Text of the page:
New Saudi speed limits to help cut number of road deaths

Updated 08 December 2017
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New Saudi speed limits to help cut number of road deaths

RIYADH: Warning signs and guides to make drivers aware of new speed limits have begun to be installed by the Ministry of Transport in response to a directive from the Ministry of Interior in coordination with the General Directorate of Traffic and Road Security.
The move is expected to cut the number of deaths due to road accidents, which totalled 1,864 from January to October this year. The Ministry of Transport aims to reduce the number of fatalities by 25 percent by 2020.
Turki Al-Taaimi, director general of marketing and corporate communication at the ministry, said the new signs and guides will direct drivers to the new speed limits, which have been set at 140 km per hour for small vehicles, local media quoted him as saying.
He said that, as part of the program to raise the level of road safety, the ministry is undertaking a number of projects that contribute to speed reduction, such as vibration bumps on the sides of highways.
He said the signs will raise awareness of speed limits for vehicles including sedans, buses and trucks on certain roads after making sure they are suitable for such regulations.
The ministry will start to implement the new safety measures on some main roads during the first quarter of 2018. These include the Riyadh-Dammam, Riyadh-Taif and Riyadh-Qassim roads.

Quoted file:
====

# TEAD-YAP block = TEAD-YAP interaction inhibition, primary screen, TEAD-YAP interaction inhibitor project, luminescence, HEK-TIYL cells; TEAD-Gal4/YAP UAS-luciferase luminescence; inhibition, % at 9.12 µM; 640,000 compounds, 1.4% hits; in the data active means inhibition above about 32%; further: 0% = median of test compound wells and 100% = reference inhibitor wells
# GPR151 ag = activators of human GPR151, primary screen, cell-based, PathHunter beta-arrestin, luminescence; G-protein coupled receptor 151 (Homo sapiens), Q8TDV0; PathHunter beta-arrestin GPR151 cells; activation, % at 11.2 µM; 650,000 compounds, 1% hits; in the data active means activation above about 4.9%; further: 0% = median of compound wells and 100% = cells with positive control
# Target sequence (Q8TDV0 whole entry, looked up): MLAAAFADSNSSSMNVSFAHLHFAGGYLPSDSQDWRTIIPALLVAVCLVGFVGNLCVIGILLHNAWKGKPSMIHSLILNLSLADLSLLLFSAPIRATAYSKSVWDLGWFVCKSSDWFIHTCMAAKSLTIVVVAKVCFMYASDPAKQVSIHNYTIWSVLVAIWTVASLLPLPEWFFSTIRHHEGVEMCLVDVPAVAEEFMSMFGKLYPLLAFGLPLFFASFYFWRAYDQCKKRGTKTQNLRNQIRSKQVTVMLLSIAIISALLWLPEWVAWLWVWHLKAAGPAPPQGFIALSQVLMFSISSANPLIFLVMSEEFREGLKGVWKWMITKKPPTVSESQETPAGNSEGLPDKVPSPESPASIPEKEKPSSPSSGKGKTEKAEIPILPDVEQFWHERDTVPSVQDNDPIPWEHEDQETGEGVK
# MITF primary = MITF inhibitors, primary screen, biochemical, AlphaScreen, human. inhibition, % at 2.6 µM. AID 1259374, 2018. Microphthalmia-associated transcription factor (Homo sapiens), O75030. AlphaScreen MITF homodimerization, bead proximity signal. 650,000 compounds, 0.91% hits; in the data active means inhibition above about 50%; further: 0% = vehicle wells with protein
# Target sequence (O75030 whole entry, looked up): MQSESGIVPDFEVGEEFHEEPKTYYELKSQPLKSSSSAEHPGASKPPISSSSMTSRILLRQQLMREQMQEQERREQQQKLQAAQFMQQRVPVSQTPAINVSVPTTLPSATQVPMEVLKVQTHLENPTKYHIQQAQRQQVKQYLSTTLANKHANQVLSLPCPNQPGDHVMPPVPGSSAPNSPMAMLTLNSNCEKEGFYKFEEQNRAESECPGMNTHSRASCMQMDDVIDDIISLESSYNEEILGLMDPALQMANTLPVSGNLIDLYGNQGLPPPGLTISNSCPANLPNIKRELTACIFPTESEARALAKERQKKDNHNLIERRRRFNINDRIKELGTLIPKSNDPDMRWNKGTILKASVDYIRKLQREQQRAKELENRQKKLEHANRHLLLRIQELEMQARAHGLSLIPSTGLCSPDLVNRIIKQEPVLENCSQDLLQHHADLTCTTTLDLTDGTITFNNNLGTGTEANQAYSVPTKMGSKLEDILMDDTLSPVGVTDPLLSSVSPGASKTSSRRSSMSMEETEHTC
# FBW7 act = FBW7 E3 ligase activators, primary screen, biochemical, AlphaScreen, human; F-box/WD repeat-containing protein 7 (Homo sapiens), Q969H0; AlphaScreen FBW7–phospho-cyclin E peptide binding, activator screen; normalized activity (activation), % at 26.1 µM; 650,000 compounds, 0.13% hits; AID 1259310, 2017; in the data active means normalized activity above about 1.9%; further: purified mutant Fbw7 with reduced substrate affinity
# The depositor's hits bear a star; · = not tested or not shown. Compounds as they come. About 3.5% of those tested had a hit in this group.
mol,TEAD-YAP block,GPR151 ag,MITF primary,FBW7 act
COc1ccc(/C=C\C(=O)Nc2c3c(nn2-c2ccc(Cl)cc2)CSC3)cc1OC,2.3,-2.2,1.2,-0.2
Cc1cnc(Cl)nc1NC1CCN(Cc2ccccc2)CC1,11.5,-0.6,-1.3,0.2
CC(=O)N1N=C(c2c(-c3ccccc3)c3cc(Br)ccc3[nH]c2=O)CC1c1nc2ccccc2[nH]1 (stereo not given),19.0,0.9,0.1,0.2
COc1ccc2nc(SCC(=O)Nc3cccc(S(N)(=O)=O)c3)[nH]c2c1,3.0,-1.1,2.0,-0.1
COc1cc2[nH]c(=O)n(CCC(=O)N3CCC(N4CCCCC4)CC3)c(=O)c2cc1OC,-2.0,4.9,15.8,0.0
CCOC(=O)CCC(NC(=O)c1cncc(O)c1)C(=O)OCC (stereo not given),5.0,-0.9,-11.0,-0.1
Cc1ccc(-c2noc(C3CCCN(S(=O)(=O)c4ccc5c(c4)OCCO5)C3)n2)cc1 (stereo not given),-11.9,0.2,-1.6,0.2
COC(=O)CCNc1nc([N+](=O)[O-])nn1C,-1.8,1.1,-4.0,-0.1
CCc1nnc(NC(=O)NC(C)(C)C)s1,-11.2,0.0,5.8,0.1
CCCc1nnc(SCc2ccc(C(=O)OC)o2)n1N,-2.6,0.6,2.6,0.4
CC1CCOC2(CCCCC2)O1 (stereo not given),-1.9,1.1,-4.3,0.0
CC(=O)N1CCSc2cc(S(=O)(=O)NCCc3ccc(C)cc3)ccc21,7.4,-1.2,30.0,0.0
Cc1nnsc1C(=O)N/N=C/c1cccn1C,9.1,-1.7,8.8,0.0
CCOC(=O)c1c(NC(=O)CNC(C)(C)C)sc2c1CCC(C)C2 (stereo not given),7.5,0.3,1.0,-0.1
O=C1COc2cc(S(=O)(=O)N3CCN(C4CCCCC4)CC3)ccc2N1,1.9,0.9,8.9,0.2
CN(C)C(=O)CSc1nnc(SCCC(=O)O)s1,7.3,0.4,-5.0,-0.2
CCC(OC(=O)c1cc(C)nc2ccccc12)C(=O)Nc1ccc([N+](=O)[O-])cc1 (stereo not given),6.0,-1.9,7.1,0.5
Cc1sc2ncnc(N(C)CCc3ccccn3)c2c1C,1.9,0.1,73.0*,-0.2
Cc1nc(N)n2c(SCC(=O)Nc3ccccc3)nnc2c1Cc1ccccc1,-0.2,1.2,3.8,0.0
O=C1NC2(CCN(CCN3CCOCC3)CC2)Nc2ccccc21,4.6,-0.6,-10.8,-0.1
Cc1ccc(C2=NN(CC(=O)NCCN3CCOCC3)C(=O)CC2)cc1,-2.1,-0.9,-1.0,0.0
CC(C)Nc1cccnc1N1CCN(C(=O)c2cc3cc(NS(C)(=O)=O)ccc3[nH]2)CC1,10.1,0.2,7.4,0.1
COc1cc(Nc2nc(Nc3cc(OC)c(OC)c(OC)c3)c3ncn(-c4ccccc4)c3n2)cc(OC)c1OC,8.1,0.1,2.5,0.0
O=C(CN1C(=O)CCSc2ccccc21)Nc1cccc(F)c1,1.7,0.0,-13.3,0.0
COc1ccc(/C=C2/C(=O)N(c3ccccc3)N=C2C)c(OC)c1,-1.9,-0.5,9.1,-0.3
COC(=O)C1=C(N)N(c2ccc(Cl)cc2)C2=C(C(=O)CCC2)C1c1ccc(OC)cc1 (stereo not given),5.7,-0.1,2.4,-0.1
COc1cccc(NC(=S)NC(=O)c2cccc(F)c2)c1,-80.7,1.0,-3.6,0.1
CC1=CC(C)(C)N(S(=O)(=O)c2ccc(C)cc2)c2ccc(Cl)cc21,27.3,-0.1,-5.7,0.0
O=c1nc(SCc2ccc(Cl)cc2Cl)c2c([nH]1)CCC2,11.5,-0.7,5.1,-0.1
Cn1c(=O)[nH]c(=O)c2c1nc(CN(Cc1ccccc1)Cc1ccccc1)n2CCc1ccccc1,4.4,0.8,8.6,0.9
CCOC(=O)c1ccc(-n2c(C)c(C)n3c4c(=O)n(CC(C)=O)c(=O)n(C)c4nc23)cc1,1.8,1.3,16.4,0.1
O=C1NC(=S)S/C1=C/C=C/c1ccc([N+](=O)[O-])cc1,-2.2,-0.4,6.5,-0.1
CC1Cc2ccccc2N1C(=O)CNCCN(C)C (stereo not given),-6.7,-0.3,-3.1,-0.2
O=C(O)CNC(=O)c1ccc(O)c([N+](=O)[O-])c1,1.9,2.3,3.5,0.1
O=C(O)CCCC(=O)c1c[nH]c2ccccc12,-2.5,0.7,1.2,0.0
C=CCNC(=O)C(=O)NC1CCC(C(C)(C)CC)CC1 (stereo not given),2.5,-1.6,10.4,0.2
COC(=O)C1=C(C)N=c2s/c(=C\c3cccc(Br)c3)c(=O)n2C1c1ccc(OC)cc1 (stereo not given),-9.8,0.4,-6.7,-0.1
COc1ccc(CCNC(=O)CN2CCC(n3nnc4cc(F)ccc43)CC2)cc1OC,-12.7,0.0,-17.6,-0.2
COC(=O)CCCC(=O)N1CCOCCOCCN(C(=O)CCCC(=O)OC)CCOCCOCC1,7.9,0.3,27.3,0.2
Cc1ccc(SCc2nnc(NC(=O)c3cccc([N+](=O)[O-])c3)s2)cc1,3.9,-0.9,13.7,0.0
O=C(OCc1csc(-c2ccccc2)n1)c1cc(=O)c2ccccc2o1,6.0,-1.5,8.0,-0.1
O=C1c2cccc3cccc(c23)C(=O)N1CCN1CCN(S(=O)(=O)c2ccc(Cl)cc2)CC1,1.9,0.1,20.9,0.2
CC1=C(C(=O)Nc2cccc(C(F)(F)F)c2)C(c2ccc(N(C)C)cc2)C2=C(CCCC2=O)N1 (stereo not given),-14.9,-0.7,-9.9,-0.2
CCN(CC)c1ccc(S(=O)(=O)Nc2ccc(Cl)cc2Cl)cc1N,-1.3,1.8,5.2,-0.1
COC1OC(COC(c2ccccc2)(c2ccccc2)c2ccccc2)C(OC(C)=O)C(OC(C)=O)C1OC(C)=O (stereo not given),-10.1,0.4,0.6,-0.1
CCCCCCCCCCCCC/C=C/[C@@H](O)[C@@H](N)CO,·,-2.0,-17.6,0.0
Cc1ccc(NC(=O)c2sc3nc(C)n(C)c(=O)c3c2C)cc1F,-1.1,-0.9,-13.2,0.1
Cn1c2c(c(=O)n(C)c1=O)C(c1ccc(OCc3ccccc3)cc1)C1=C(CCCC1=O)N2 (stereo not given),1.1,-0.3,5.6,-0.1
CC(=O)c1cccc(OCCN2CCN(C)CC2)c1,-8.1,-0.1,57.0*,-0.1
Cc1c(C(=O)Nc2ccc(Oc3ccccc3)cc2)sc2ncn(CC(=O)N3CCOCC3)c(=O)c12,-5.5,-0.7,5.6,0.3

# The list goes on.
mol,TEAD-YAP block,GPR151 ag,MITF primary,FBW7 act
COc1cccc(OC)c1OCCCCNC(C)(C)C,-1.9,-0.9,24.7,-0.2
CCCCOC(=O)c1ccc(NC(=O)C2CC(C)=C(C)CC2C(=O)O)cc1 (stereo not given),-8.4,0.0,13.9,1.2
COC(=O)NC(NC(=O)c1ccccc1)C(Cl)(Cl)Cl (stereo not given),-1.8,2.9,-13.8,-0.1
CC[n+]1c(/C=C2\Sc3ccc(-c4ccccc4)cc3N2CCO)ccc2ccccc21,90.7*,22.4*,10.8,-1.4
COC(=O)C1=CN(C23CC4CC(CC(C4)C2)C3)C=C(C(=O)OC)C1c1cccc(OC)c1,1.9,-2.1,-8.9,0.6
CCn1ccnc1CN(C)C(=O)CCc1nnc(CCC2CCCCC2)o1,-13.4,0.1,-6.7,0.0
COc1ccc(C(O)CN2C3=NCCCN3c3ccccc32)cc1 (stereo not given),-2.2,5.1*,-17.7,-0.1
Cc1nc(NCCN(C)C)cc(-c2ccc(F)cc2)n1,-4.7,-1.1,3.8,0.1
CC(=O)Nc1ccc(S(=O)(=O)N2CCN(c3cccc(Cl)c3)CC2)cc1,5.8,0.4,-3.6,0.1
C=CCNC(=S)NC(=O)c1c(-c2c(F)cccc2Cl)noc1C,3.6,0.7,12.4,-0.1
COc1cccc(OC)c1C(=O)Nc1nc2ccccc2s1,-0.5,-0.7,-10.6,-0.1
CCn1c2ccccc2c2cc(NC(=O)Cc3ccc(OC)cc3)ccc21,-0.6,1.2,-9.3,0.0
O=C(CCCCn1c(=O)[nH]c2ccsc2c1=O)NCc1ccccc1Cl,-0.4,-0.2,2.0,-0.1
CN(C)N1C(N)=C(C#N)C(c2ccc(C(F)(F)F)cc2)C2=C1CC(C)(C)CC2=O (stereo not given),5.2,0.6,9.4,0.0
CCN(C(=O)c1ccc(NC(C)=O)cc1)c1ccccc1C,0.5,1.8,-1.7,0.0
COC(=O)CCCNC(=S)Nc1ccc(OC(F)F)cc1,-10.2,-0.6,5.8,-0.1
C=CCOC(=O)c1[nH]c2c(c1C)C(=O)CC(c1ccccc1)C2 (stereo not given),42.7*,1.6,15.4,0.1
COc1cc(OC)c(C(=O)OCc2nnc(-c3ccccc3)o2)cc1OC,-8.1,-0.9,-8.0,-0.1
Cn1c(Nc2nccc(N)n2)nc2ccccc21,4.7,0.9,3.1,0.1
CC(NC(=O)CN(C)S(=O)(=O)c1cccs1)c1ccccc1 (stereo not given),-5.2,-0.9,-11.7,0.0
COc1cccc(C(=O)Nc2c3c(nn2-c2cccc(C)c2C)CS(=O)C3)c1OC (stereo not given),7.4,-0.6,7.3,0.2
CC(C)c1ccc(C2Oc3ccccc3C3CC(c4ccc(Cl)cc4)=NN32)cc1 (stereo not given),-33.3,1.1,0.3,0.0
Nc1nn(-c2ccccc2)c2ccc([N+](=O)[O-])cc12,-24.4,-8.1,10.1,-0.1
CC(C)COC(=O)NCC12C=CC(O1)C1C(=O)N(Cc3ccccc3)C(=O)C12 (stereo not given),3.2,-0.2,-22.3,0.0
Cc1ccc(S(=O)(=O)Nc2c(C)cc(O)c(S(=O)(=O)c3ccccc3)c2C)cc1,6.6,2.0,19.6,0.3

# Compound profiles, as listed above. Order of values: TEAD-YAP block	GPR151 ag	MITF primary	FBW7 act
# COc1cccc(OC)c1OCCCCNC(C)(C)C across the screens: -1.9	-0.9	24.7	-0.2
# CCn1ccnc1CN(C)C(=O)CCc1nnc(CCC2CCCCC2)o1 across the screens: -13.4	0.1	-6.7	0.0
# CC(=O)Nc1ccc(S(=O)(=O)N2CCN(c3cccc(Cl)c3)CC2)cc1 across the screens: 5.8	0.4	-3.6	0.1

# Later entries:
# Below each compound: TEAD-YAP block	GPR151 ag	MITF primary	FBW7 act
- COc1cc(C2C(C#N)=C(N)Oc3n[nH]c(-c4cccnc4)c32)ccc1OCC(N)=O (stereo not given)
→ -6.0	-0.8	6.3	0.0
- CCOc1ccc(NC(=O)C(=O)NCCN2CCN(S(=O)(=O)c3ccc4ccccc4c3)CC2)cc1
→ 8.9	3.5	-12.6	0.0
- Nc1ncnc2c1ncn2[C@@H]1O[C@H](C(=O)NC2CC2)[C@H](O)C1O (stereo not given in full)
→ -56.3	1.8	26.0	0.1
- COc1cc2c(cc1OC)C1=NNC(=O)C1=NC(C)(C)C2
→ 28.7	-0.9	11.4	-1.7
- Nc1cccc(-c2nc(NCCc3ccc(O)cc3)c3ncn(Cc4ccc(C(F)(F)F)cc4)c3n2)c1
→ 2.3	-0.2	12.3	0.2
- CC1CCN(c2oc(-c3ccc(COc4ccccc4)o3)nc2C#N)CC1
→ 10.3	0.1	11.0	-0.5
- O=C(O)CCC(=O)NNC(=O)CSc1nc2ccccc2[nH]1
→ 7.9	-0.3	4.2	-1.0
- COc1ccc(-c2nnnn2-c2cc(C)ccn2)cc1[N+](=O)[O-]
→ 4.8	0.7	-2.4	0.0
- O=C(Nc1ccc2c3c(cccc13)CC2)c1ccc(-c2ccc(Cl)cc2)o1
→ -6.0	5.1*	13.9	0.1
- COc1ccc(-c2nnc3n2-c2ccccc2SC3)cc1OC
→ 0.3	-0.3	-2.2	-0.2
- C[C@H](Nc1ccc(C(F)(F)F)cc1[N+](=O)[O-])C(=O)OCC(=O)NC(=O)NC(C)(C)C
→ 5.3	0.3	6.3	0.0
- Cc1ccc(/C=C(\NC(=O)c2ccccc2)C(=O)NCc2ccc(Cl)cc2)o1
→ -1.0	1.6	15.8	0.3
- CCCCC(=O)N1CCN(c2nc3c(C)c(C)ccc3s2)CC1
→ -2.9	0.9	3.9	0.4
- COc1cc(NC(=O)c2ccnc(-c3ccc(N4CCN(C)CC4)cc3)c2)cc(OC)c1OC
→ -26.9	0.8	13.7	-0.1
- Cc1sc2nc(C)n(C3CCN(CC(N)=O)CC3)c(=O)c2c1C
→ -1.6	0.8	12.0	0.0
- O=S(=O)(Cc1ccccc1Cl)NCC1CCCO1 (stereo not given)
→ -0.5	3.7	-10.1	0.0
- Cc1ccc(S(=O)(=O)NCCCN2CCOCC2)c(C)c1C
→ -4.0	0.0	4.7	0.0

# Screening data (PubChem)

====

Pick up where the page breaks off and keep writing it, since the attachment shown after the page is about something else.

Car accidents in Saudi Arabia killed 9,031 people last year, 12 percent of the total number of fatalities in the Kingdom, with an average of over 25 deaths a day — or more than one every hour. The rate of increase is at its highest since 2007.
Between 2006 and 2016, 78,487 people died from car accidents, again constituting 12 percent of deaths in the Kingdom in the same period.
 


Arab coalition in Yemen sets up civilian safe corridors from Hodeidah to Sanaa

Updated 24 min 47 sec ago
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Arab coalition in Yemen sets up civilian safe corridors from Hodeidah to Sanaa

JEDDAH: The Arab coalition fighting in support of the legitimate Yemeni government has established three safe corridors for civilians to travel between the cities of Sanaa and Hodeidah.
Spokesman Col. Turki Al-Maliki said on Monday that the corridors between the former capital that was seized by the Houthi militia in 2014 and the country’s biggest port on the Red Sea have been set up in cooperation with the United Nations Office for the Coordination of Humanitarian Affairs (OCHA).

“The coalition is working with OCHA in Yemen to establish safe humanitarian corridors to help in the delivery of aid... between Hodeidah and Sanaa,” Al-Maliki told reporters.
The coalition aims to open three corridors on different routes between the cities for the transportation of humanitarian aid between 6 am and 6 p.m. daily, Al-Maliki said without specifying a date.

Hodeidah port is a vital lifeline for aid shipments to Yemen, the most impoverished country in the Arab world.
The UN has warned that any major fighting could halt the distribution of food to eight million Yemenis dependent on aid to survive.
Speaking in the Saudi capital Riyadh, Al-Maliki also said an Iranian military vessel has been monitoring international vessels as they pass through the Bab Al-Mandab strait. 
“The Iranian ship ‘Safiz’ is carrying listening devices and military experts,” he said.
“The Iranian regime continues to violate international law and destabilize the security of the region and the world.”